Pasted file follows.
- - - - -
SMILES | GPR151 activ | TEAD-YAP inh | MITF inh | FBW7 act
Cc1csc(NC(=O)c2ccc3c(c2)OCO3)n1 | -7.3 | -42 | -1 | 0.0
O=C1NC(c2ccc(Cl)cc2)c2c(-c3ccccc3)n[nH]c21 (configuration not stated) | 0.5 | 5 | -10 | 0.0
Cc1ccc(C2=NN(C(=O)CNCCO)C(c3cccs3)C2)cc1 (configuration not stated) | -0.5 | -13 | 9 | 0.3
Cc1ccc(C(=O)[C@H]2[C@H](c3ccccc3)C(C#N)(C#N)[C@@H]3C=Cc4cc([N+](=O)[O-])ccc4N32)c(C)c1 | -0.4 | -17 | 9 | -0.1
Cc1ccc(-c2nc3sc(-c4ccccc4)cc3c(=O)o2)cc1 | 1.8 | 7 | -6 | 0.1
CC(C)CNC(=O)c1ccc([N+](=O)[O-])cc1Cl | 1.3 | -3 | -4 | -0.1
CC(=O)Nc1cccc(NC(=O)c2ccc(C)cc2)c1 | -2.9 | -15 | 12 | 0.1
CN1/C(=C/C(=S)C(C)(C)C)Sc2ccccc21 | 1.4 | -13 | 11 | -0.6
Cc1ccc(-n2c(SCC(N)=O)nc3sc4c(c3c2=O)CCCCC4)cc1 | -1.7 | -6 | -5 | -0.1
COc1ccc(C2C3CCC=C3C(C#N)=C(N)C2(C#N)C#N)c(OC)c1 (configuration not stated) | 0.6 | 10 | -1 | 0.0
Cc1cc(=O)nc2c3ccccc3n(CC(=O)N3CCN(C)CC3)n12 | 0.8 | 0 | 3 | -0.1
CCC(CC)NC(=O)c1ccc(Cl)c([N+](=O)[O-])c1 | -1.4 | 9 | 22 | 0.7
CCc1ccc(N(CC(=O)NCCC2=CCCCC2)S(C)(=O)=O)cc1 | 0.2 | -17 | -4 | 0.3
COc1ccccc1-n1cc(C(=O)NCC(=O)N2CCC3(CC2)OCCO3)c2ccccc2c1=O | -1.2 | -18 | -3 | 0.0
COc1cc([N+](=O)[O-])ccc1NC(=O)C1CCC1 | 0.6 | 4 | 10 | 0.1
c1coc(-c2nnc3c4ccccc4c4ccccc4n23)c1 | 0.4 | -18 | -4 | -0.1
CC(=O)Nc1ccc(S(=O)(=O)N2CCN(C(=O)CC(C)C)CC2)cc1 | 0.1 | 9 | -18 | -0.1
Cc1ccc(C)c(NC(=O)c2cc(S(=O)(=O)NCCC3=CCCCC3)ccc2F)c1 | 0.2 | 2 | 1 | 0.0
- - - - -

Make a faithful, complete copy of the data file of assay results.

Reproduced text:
SMILES | GPR151 activ | TEAD-YAP inh | MITF inh | FBW7 act
Cc1csc(NC(=O)c2ccc3c(c2)OCO3)n1 | -7.3 | -42 | -1 | 0.0
O=C1NC(c2ccc(Cl)cc2)c2c(-c3ccccc3)n[nH]c21 (configuration not stated) | 0.5 | 5 | -10 | 0.0
Cc1ccc(C2=NN(C(=O)CNCCO)C(c3cccs3)C2)cc1 (configuration not stated) | -0.5 | -13 | 9 | 0.3
Cc1ccc(C(=O)[C@H]2[C@H](c3ccccc3)C(C#N)(C#N)[C@@H]3C=Cc4cc([N+](=O)[O-])ccc4N32)c(C)c1 | -0.4 | -17 | 9 | -0.1
Cc1ccc(-c2nc3sc(-c4ccccc4)cc3c(=O)o2)cc1 | 1.8 | 7 | -6 | 0.1
CC(C)CNC(=O)c1ccc([N+](=O)[O-])cc1Cl | 1.3 | -3 | -4 | -0.1
CC(=O)Nc1cccc(NC(=O)c2ccc(C)cc2)c1 | -2.9 | -15 | 12 | 0.1
CN1/C(=C/C(=S)C(C)(C)C)Sc2ccccc21 | 1.4 | -13 | 11 | -0.6
Cc1ccc(-n2c(SCC(N)=O)nc3sc4c(c3c2=O)CCCCC4)cc1 | -1.7 | -6 | -5 | -0.1
COc1ccc(C2C3CCC=C3C(C#N)=C(N)C2(C#N)C#N)c(OC)c1 (configuration not stated) | 0.6 | 10 | -1 | 0.0
Cc1cc(=O)nc2c3ccccc3n(CC(=O)N3CCN(C)CC3)n12 | 0.8 | 0 | 3 | -0.1
CCC(CC)NC(=O)c1ccc(Cl)c([N+](=O)[O-])c1 | -1.4 | 9 | 22 | 0.7
CCc1ccc(N(CC(=O)NCCC2=CCCCC2)S(C)(=O)=O)cc1 | 0.2 | -17 | -4 | 0.3
COc1ccccc1-n1cc(C(=O)NCC(=O)N2CCC3(CC2)OCCO3)c2ccccc2c1=O | -1.2 | -18 | -3 | 0.0
COc1cc([N+](=O)[O-])ccc1NC(=O)C1CCC1 | 0.6 | 4 | 10 | 0.1
c1coc(-c2nnc3c4ccccc4c4ccccc4n23)c1 | 0.4 | -18 | -4 | -0.1
CC(=O)Nc1ccc(S(=O)(=O)N2CCN(C(=O)CC(C)C)CC2)cc1 | 0.1 | 9 | -18 | -0.1
Cc1ccc(C)c(NC(=O)c2cc(S(=O)(=O)NCCC3=CCCCC3)ccc2F)c1 | 0.2 | 2 | 1 | 0.0